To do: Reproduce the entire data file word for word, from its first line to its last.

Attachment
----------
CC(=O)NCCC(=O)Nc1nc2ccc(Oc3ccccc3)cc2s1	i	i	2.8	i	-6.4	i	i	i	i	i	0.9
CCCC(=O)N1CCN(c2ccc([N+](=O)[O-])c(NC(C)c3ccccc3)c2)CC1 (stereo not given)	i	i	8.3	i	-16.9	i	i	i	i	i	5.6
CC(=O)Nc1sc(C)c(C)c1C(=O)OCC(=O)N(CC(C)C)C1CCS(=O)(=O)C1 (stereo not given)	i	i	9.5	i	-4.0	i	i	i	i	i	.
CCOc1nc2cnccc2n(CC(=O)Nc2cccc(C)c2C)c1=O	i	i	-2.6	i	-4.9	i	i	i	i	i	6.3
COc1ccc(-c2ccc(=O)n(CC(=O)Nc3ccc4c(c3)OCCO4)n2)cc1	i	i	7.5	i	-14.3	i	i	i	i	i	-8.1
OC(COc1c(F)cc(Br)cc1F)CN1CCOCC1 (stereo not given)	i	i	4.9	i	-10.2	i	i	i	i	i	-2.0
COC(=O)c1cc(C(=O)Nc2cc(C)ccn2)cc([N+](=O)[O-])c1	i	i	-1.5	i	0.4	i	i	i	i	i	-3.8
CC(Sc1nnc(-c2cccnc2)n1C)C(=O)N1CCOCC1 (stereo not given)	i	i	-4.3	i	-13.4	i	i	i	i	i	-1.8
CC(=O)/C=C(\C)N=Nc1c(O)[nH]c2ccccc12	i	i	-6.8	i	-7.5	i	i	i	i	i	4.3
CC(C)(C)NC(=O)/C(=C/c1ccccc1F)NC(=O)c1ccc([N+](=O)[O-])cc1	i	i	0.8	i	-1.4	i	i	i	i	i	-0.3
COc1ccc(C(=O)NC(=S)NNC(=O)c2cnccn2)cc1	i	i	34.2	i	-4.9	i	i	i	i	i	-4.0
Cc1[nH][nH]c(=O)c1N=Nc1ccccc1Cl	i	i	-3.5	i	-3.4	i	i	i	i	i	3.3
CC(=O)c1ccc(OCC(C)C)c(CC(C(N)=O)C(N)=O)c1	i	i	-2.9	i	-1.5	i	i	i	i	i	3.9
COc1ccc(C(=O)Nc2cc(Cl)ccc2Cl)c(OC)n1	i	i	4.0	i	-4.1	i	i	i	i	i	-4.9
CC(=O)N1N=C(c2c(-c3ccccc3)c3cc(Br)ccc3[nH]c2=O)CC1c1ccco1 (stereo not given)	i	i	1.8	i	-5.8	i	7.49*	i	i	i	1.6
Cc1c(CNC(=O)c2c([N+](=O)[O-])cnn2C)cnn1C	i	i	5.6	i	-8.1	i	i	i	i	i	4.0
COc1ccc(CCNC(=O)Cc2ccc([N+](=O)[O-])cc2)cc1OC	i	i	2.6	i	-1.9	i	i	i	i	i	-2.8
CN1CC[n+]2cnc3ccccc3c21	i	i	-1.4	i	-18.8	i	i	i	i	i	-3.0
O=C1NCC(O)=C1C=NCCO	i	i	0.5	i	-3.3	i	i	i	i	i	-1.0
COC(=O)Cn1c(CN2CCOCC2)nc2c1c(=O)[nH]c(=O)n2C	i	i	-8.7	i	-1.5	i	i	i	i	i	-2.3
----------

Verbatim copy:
CC(=O)NCCC(=O)Nc1nc2ccc(Oc3ccccc3)cc2s1	i	i	2.8	i	-6.4	i	i	i	i	i	0.9
CCCC(=O)N1CCN(c2ccc([N+](=O)[O-])c(NC(C)c3ccccc3)c2)CC1 (stereo not given)	i	i	8.3	i	-16.9	i	i	i	i	i	5.6
CC(=O)Nc1sc(C)c(C)c1C(=O)OCC(=O)N(CC(C)C)C1CCS(=O)(=O)C1 (stereo not given)	i	i	9.5	i	-4.0	i	i	i	i	i	.
CCOc1nc2cnccc2n(CC(=O)Nc2cccc(C)c2C)c1=O	i	i	-2.6	i	-4.9	i	i	i	i	i	6.3
COc1ccc(-c2ccc(=O)n(CC(=O)Nc3ccc4c(c3)OCCO4)n2)cc1	i	i	7.5	i	-14.3	i	i	i	i	i	-8.1
OC(COc1c(F)cc(Br)cc1F)CN1CCOCC1 (stereo not given)	i	i	4.9	i	-10.2	i	i	i	i	i	-2.0
COC(=O)c1cc(C(=O)Nc2cc(C)ccn2)cc([N+](=O)[O-])c1	i	i	-1.5	i	0.4	i	i	i	i	i	-3.8
CC(Sc1nnc(-c2cccnc2)n1C)C(=O)N1CCOCC1 (stereo not given)	i	i	-4.3	i	-13.4	i	i	i	i	i	-1.8
CC(=O)/C=C(\C)N=Nc1c(O)[nH]c2ccccc12	i	i	-6.8	i	-7.5	i	i	i	i	i	4.3
CC(C)(C)NC(=O)/C(=C/c1ccccc1F)NC(=O)c1ccc([N+](=O)[O-])cc1	i	i	0.8	i	-1.4	i	i	i	i	i	-0.3
COc1ccc(C(=O)NC(=S)NNC(=O)c2cnccn2)cc1	i	i	34.2	i	-4.9	i	i	i	i	i	-4.0
Cc1[nH][nH]c(=O)c1N=Nc1ccccc1Cl	i	i	-3.5	i	-3.4	i	i	i	i	i	3.3
CC(=O)c1ccc(OCC(C)C)c(CC(C(N)=O)C(N)=O)c1	i	i	-2.9	i	-1.5	i	i	i	i	i	3.9
COc1ccc(C(=O)Nc2cc(Cl)ccc2Cl)c(OC)n1	i	i	4.0	i	-4.1	i	i	i	i	i	-4.9
CC(=O)N1N=C(c2c(-c3ccccc3)c3cc(Br)ccc3[nH]c2=O)CC1c1ccco1 (stereo not given)	i	i	1.8	i	-5.8	i	7.49*	i	i	i	1.6
Cc1c(CNC(=O)c2c([N+](=O)[O-])cnn2C)cnn1C	i	i	5.6	i	-8.1	i	i	i	i	i	4.0
COc1ccc(CCNC(=O)Cc2ccc([N+](=O)[O-])cc2)cc1OC	i	i	2.6	i	-1.9	i	i	i	i	i	-2.8
CN1CC[n+]2cnc3ccccc3c21	i	i	-1.4	i	-18.8	i	i	i	i	i	-3.0
O=C1NCC(O)=C1C=NCCO	i	i	0.5	i	-3.3	i	i	i	i	i	-1.0
COC(=O)Cn1c(CN2CCOCC2)nc2c1c(=O)[nH]c(=O)n2C	i	i	-8.7	i	-1.5	i	i	i	i	i	-2.3